The ATP reported it continued to budget funds for previous government decisions recognizing the rights of religious communities to numerous properties.

Although the government had promised to clear debris from a site in Dhermi where the local Inspectorate for the Protection of Territory had demolished an Orthodox church in August 2015, as of the end of the year the site remained untouched. A promise to find an alternate location for a new church had also gone unfulfilled. Authorities continued to state the Orthodox church had been built illegally on the site where a culturally significant 17th century church had stood. The Autocephalous Orthodox Church of Albania continued to protest the demolition.

VUSH members said they continued to rent existing buildings to use as places of worship, and reported continued difficulties in acquiring land on which to construct their own buildings due to local government tax assessments and regulations. They stated these difficulties impeded their ability to hold religious services and to run youth and social activities.

Construction continued on Bektashi places of worship in Korca, Permet, Gjirokaster, and Elbasan. Although the central government provided financial support to help build the properties in Permet and Gjirokaster, Bektashi representatives reported property disputes with some local government offices in these cities delayed progress.

In April Prime Minister Edi Rama announced a pilot project in 10 of the country’s secondary schools to introduce a new curriculum aimed at promoting religious tolerance. The prime minister and minister of education stated the initiative would not affect the country’s secular education system, and would serve as a way to counter violent extremism. Some religious communities expressed disappointment over what they saw as the limited consultation with them prior to the announcement. Religious leaders also expressed concern regarding the capacity of teachers to teach the new religious curriculum, as well as their own capacity to contribute to this initiative. While the government did not present a full version of the new curriculum by year’s end, it introduced elements of the new curriculum into the normal civics courses of several secondary schools.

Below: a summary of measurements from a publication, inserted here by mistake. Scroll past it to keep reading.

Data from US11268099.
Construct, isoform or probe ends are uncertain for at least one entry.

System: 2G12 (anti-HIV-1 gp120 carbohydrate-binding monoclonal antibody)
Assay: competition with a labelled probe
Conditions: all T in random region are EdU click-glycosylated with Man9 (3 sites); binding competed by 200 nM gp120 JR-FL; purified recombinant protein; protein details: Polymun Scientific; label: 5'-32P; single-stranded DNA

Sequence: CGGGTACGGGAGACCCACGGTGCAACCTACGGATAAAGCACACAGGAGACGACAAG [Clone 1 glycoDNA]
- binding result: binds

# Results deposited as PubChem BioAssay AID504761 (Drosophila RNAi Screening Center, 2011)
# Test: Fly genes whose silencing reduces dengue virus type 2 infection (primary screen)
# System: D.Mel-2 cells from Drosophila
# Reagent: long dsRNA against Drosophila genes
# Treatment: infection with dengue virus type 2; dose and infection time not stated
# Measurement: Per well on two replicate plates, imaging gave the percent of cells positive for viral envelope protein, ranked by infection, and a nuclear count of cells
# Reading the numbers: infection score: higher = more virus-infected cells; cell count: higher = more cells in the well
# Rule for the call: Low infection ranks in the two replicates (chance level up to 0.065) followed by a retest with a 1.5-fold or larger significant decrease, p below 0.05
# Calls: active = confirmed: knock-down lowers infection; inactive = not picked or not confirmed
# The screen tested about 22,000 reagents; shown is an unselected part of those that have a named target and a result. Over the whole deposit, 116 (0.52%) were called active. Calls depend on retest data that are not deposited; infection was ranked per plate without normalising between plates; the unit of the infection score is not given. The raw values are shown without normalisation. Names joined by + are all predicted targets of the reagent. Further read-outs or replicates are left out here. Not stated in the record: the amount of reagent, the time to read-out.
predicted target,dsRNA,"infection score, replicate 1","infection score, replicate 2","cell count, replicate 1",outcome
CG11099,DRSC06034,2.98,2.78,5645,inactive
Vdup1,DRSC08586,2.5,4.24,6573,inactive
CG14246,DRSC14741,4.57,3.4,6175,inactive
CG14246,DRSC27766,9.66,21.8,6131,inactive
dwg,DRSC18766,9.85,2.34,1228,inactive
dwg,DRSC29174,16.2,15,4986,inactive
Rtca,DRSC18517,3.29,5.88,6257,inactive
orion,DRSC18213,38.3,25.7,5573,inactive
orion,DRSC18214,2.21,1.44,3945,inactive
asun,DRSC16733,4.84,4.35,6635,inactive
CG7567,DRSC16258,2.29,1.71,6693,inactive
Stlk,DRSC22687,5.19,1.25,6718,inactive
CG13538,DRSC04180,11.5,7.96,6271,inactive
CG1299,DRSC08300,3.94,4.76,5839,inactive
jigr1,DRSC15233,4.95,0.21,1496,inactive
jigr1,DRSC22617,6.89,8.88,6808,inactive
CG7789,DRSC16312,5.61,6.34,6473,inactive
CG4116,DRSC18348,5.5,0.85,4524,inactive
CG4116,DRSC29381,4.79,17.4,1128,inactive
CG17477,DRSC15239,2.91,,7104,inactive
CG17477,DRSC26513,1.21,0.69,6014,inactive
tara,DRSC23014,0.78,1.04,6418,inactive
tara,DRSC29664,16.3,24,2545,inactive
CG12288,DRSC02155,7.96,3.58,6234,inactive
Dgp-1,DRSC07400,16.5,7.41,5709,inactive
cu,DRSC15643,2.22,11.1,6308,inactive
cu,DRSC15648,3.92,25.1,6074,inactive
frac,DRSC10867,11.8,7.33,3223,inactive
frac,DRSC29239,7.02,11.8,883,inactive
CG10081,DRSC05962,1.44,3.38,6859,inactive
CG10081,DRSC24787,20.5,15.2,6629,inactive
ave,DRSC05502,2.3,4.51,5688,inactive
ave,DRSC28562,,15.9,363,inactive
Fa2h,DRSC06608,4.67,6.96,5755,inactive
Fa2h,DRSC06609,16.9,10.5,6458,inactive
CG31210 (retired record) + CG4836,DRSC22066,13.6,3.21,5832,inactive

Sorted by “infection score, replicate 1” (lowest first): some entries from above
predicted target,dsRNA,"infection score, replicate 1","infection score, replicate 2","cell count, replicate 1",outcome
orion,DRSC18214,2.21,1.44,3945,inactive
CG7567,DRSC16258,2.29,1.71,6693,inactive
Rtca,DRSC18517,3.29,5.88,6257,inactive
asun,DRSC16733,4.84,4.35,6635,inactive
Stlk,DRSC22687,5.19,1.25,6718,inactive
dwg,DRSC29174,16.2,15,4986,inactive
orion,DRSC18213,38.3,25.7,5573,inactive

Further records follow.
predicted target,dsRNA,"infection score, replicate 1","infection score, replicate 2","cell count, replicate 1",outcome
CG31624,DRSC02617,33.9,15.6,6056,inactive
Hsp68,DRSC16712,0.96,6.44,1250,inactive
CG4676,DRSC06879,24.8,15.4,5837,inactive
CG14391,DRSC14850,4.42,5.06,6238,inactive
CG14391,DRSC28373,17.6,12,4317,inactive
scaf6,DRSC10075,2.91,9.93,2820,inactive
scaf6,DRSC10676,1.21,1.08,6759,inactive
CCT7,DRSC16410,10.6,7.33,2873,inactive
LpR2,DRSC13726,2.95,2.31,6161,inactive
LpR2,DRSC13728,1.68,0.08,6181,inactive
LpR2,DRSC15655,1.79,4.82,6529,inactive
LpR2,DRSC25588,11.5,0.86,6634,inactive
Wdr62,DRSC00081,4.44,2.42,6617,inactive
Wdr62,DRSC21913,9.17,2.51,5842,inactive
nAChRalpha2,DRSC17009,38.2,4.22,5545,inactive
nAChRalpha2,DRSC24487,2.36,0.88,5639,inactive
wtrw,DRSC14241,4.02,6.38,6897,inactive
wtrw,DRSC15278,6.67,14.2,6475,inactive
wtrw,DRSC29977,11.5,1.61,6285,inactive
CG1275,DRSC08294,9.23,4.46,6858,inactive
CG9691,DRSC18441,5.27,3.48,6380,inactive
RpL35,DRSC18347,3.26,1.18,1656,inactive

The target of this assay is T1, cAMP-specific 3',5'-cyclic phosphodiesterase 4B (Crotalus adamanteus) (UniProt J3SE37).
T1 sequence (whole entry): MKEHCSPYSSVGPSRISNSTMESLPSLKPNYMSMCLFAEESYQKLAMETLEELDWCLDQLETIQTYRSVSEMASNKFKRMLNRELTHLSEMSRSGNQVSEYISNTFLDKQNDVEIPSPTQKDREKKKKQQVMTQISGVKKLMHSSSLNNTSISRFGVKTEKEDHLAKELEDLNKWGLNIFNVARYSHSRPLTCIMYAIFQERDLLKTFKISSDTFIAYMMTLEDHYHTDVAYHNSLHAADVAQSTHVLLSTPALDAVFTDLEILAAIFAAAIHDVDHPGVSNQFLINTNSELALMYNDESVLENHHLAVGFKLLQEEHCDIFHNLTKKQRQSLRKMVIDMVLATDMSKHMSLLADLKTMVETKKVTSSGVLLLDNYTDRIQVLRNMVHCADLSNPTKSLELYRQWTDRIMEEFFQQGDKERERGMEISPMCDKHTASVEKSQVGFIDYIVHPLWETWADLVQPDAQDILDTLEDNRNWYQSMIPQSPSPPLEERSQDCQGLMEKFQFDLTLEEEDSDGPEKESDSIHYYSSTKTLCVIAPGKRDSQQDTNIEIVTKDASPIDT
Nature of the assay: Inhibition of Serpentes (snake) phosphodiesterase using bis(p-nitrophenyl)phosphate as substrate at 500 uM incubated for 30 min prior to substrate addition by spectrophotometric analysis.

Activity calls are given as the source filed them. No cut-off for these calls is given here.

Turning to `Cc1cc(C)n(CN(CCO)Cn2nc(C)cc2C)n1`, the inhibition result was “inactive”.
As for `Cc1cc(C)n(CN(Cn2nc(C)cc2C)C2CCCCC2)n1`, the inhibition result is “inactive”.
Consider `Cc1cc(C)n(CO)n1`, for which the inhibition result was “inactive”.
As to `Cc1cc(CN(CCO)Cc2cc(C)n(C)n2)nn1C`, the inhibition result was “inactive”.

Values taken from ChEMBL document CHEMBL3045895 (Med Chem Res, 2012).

VUSH leaders stated their churches continued to face problems early in the year concerning local tax requirements, particularly with regard to property taxes. In May VUSH reached an agreement with the Tirana municipality confirming VUSH’s exemption from these taxes. Some local governments continued to assess fines for nonpayment of other taxes, such as sales taxes, however, and VUSH administrators frequently had to appeal these fines, with varying degrees of success.

Representatives from the Catholic, Orthodox, and Bektashi communities all continued to state their numbers were underrepresented in the 2011 official census, leading to an inaccurate picture of the religious demographics of the country.

Section III. Status of Societal Respect for Religious FreedomShare    

Although an Interreligious Council existed for leaders of the country’s religious communities to discuss common concerns, religious communities reported it had organized no meetings through the end of the year and did not function as a forum for discussion or for the issuance of joint statements, in contrast to previous years.

Some politicians continued to criticize the Archbishop of Tirana, Durres, and all Albania of the Autocephalous Orthodox Church of Albania over ties they perceived him to have with the Greek government.

Pope Francis held an audience on May 11 in Rome with Haji Dede Edmond Brahimaj, head of the global Bektashi community headquartered in Tirana. The audience was a first for any religious leader from the country with the pope.

On November 12, Grand Mufti Skender Brucaj, the leader of the Muslim community, welcomed the Israeli soccer team to the country for a World Cup qualifying game, citing the country’s religious tolerance and harmony.

Section IV. U.S. Government PolicyShare    

Embassy officers continued to meet with the state commissioner on cults and with the ATP to urge the government to accelerate its handling of religious property claims and to return to religious groups the buildings, land, and other property confiscated during the communist era.

The Ambassador and other embassy officers continued to engage religious leaders and members of the Sunni Muslim, Bektashi, Catholic, Orthodox, and Protestant communities, and to visit churches, mosques, and religious sites to promote religious tolerance. The Ambassador hosted an iftar for members of these different communities where he stressed the value of religious dialogue and tolerance.

The embassy continued to work with religious communities, along with nongovernmental actors, to decrease the potential appeal of violent extremism connected with religion to the country’s youth. The embassy continued its civic education program in which embassy officers spoke to students at Islamic, Catholic, and Orthodox religious schools, public high schools, and other educational institutions to promote tolerance. As part of the program, students of several religious educational institutions planned and carried out projects celebrating religious diversity. Additionally, seminars with key religious figures and discussions with leaders in government, law enforcement, and academia stressed the compatibility between democracy and religious faith.